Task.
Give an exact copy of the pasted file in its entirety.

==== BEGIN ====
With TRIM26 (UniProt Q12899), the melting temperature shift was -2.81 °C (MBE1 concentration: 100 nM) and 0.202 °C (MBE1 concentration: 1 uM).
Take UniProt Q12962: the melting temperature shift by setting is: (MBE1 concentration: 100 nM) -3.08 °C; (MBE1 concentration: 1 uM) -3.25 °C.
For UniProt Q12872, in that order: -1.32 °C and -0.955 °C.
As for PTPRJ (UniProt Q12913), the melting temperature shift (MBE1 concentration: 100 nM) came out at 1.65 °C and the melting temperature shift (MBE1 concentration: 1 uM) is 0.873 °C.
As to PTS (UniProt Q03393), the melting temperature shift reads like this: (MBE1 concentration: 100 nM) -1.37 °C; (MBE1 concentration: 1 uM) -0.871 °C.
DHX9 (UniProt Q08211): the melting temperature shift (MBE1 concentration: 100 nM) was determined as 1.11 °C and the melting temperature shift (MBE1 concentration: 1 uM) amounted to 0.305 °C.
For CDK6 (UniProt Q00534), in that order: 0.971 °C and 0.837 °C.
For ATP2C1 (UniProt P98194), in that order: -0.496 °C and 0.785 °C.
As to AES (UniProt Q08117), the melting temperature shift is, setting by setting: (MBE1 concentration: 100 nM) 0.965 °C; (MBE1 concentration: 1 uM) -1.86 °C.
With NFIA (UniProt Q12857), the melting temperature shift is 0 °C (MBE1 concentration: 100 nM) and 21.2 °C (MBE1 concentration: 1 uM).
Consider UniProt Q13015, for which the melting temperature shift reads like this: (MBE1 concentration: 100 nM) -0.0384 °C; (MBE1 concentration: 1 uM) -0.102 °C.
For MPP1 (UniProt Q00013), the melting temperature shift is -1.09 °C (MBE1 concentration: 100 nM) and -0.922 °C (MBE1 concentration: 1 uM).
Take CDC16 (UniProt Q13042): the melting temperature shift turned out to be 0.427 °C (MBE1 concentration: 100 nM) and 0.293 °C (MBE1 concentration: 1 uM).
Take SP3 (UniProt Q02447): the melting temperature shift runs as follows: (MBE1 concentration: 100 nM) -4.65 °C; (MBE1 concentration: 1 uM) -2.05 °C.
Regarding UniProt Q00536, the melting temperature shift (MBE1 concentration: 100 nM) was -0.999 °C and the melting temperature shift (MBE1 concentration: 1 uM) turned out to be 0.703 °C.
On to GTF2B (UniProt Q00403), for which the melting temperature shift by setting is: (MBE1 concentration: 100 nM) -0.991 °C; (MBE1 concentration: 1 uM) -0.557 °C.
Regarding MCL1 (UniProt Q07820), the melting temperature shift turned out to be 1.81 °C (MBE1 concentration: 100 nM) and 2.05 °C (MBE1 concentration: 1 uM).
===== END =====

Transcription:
With TRIM26 (UniProt Q12899), the melting temperature shift was -2.81 °C (MBE1 concentration: 100 nM) and 0.202 °C (MBE1 concentration: 1 uM).
Take UniProt Q12962: the melting temperature shift by setting is: (MBE1 concentration: 100 nM) -3.08 °C; (MBE1 concentration: 1 uM) -3.25 °C.
For UniProt Q12872, in that order: -1.32 °C and -0.955 °C.
As for PTPRJ (UniProt Q12913), the melting temperature shift (MBE1 concentration: 100 nM) came out at 1.65 °C and the melting temperature shift (MBE1 concentration: 1 uM) is 0.873 °C.
As to PTS (UniProt Q03393), the melting temperature shift reads like this: (MBE1 concentration: 100 nM) -1.37 °C; (MBE1 concentration: 1 uM) -0.871 °C.
DHX9 (UniProt Q08211): the melting temperature shift (MBE1 concentration: 100 nM) was determined as 1.11 °C and the melting temperature shift (MBE1 concentration: 1 uM) amounted to 0.305 °C.
For CDK6 (UniProt Q00534), in that order: 0.971 °C and 0.837 °C.
For ATP2C1 (UniProt P98194), in that order: -0.496 °C and 0.785 °C.
As to AES (UniProt Q08117), the melting temperature shift is, setting by setting: (MBE1 concentration: 100 nM) 0.965 °C; (MBE1 concentration: 1 uM) -1.86 °C.
With NFIA (UniProt Q12857), the melting temperature shift is 0 °C (MBE1 concentration: 100 nM) and 21.2 °C (MBE1 concentration: 1 uM).
Consider UniProt Q13015, for which the melting temperature shift reads like this: (MBE1 concentration: 100 nM) -0.0384 °C; (MBE1 concentration: 1 uM) -0.102 °C.
For MPP1 (UniProt Q00013), the melting temperature shift is -1.09 °C (MBE1 concentration: 100 nM) and -0.922 °C (MBE1 concentration: 1 uM).
Take CDC16 (UniProt Q13042): the melting temperature shift turned out to be 0.427 °C (MBE1 concentration: 100 nM) and 0.293 °C (MBE1 concentration: 1 uM).
Take SP3 (UniProt Q02447): the melting temperature shift runs as follows: (MBE1 concentration: 100 nM) -4.65 °C; (MBE1 concentration: 1 uM) -2.05 °C.
Regarding UniProt Q00536, the melting temperature shift (MBE1 concentration: 100 nM) was -0.999 °C and the melting temperature shift (MBE1 concentration: 1 uM) turned out to be 0.703 °C.
On to GTF2B (UniProt Q00403), for which the melting temperature shift by setting is: (MBE1 concentration: 100 nM) -0.991 °C; (MBE1 concentration: 1 uM) -0.557 °C.
Regarding MCL1 (UniProt Q07820), the melting temperature shift turned out to be 1.81 °C (MBE1 concentration: 100 nM) and 2.05 °C (MBE1 concentration: 1 uM).